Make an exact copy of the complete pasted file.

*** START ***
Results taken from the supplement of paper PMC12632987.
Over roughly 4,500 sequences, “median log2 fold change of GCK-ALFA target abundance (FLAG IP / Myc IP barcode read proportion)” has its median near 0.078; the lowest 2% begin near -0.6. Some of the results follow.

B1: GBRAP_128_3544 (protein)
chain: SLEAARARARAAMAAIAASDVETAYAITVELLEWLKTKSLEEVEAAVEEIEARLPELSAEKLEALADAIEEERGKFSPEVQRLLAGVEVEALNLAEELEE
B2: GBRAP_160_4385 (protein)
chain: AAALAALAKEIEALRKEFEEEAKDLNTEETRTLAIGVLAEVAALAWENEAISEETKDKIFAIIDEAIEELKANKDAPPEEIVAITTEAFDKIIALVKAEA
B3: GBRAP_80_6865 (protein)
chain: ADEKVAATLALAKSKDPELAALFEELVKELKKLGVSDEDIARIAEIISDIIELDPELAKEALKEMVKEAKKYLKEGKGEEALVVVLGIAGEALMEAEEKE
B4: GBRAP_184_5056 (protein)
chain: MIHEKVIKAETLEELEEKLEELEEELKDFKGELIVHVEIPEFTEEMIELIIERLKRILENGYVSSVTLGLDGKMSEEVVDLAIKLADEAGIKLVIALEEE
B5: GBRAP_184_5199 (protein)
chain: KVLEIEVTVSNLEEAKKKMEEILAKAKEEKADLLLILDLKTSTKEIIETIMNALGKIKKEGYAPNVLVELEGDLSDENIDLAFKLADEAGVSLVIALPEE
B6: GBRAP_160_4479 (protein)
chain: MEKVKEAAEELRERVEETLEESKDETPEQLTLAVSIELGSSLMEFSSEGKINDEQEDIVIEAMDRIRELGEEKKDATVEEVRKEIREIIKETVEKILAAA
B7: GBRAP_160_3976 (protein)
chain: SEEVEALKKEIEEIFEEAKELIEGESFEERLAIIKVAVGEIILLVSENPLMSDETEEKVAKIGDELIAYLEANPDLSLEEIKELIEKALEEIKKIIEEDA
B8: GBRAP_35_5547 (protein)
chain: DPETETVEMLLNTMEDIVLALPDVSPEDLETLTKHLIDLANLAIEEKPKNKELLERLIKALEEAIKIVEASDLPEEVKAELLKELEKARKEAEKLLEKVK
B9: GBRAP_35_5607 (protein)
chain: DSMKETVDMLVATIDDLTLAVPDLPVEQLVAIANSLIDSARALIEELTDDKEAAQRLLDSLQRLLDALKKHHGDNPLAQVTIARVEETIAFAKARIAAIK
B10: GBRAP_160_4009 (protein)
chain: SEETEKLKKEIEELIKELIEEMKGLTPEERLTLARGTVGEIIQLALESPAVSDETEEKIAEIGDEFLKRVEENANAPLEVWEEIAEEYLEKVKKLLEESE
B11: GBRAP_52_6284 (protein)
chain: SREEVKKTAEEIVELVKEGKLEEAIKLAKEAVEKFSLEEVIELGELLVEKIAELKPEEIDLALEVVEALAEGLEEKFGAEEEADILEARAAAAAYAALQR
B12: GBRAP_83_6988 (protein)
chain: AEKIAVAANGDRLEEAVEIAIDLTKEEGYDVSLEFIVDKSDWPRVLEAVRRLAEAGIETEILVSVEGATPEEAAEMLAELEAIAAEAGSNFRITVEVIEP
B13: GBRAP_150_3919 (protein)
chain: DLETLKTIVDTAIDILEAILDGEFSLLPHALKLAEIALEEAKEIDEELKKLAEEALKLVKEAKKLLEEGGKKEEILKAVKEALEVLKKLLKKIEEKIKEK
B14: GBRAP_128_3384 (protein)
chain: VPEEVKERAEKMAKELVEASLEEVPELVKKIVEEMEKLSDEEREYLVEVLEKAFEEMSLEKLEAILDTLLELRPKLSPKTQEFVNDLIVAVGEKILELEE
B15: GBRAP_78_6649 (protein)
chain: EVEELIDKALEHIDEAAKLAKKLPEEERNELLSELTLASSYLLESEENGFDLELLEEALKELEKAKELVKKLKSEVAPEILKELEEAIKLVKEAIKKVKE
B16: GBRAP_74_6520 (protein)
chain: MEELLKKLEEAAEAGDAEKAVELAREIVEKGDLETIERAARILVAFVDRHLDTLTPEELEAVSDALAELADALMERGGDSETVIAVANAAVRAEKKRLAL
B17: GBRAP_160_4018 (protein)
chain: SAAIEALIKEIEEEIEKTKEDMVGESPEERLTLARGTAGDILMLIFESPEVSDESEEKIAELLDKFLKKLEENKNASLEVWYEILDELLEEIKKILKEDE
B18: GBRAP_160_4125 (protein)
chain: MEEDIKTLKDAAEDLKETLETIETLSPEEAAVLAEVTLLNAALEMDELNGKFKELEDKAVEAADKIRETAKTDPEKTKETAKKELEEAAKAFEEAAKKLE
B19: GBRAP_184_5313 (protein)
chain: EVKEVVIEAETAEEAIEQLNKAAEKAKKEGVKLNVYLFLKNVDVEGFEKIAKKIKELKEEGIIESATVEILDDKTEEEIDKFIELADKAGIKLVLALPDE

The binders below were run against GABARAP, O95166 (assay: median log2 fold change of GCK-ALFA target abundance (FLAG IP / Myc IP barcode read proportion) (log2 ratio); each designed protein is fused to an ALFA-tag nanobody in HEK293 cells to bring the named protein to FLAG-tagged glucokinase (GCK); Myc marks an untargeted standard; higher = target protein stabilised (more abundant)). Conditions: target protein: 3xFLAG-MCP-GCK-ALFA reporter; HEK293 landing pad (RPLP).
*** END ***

Results taken from the supplement of paper PMC12632987.
Over roughly 4,500 sequences, “median log2 fold change of GCK-ALFA target abundance (FLAG IP / Myc IP barcode read proportion)” has its median near 0.078; the lowest 2% begin near -0.6. Some of the results follow.

B1: GBRAP_128_3544 (protein)
chain: SLEAARARARAAMAAIAASDVETAYAITVELLEWLKTKSLEEVEAAVEEIEARLPELSAEKLEALADAIEEERGKFSPEVQRLLAGVEVEALNLAEELEE
B2: GBRAP_160_4385 (protein)
chain: AAALAALAKEIEALRKEFEEEAKDLNTEETRTLAIGVLAEVAALAWENEAISEETKDKIFAIIDEAIEELKANKDAPPEEIVAITTEAFDKIIALVKAEA
B3: GBRAP_80_6865 (protein)
chain: ADEKVAATLALAKSKDPELAALFEELVKELKKLGVSDEDIARIAEIISDIIELDPELAKEALKEMVKEAKKYLKEGKGEEALVVVLGIAGEALMEAEEKE
B4: GBRAP_184_5056 (protein)
chain: MIHEKVIKAETLEELEEKLEELEEELKDFKGELIVHVEIPEFTEEMIELIIERLKRILENGYVSSVTLGLDGKMSEEVVDLAIKLADEAGIKLVIALEEE
B5: GBRAP_184_5199 (protein)
chain: KVLEIEVTVSNLEEAKKKMEEILAKAKEEKADLLLILDLKTSTKEIIETIMNALGKIKKEGYAPNVLVELEGDLSDENIDLAFKLADEAGVSLVIALPEE
B6: GBRAP_160_4479 (protein)
chain: MEKVKEAAEELRERVEETLEESKDETPEQLTLAVSIELGSSLMEFSSEGKINDEQEDIVIEAMDRIRELGEEKKDATVEEVRKEIREIIKETVEKILAAA
B7: GBRAP_160_3976 (protein)
chain: SEEVEALKKEIEEIFEEAKELIEGESFEERLAIIKVAVGEIILLVSENPLMSDETEEKVAKIGDELIAYLEANPDLSLEEIKELIEKALEEIKKIIEEDA
B8: GBRAP_35_5547 (protein)
chain: DPETETVEMLLNTMEDIVLALPDVSPEDLETLTKHLIDLANLAIEEKPKNKELLERLIKALEEAIKIVEASDLPEEVKAELLKELEKARKEAEKLLEKVK
B9: GBRAP_35_5607 (protein)
chain: DSMKETVDMLVATIDDLTLAVPDLPVEQLVAIANSLIDSARALIEELTDDKEAAQRLLDSLQRLLDALKKHHGDNPLAQVTIARVEETIAFAKARIAAIK
B10: GBRAP_160_4009 (protein)
chain: SEETEKLKKEIEELIKELIEEMKGLTPEERLTLARGTVGEIIQLALESPAVSDETEEKIAEIGDEFLKRVEENANAPLEVWEEIAEEYLEKVKKLLEESE
B11: GBRAP_52_6284 (protein)
chain: SREEVKKTAEEIVELVKEGKLEEAIKLAKEAVEKFSLEEVIELGELLVEKIAELKPEEIDLALEVVEALAEGLEEKFGAEEEADILEARAAAAAYAALQR
B12: GBRAP_83_6988 (protein)
chain: AEKIAVAANGDRLEEAVEIAIDLTKEEGYDVSLEFIVDKSDWPRVLEAVRRLAEAGIETEILVSVEGATPEEAAEMLAELEAIAAEAGSNFRITVEVIEP
B13: GBRAP_150_3919 (protein)
chain: DLETLKTIVDTAIDILEAILDGEFSLLPHALKLAEIALEEAKEIDEELKKLAEEALKLVKEAKKLLEEGGKKEEILKAVKEALEVLKKLLKKIEEKIKEK
B14: GBRAP_128_3384 (protein)
chain: VPEEVKERAEKMAKELVEASLEEVPELVKKIVEEMEKLSDEEREYLVEVLEKAFEEMSLEKLEAILDTLLELRPKLSPKTQEFVNDLIVAVGEKILELEE
B15: GBRAP_78_6649 (protein)
chain: EVEELIDKALEHIDEAAKLAKKLPEEERNELLSELTLASSYLLESEENGFDLELLEEALKELEKAKELVKKLKSEVAPEILKELEEAIKLVKEAIKKVKE
B16: GBRAP_74_6520 (protein)
chain: MEELLKKLEEAAEAGDAEKAVELAREIVEKGDLETIERAARILVAFVDRHLDTLTPEELEAVSDALAELADALMERGGDSETVIAVANAAVRAEKKRLAL
B17: GBRAP_160_4018 (protein)
chain: SAAIEALIKEIEEEIEKTKEDMVGESPEERLTLARGTAGDILMLIFESPEVSDESEEKIAELLDKFLKKLEENKNASLEVWYEILDELLEEIKKILKEDE
B18: GBRAP_160_4125 (protein)
chain: MEEDIKTLKDAAEDLKETLETIETLSPEEAAVLAEVTLLNAALEMDELNGKFKELEDKAVEAADKIRETAKTDPEKTKETAKKELEEAAKAFEEAAKKLE
B19: GBRAP_184_5313 (protein)
chain: EVKEVVIEAETAEEAIEQLNKAAEKAKKEGVKLNVYLFLKNVDVEGFEKIAKKIKELKEEGIIESATVEILDDKTEEEIDKFIELADKAGIKLVLALPDE

The binders below were run against GABARAP, O95166 (assay: median log2 fold change of GCK-ALFA target abundance (FLAG IP / Myc IP barcode read proportion) (log2 ratio); each designed protein is fused to an ALFA-tag nanobody in HEK293 cells to bring the named protein to FLAG-tagged glucokinase (GCK); Myc marks an untargeted standard; higher = target protein stabilised (more abundant)). Conditions: target protein: 3xFLAG-MCP-GCK-ALFA reporter; HEK293 landing pad (RPLP).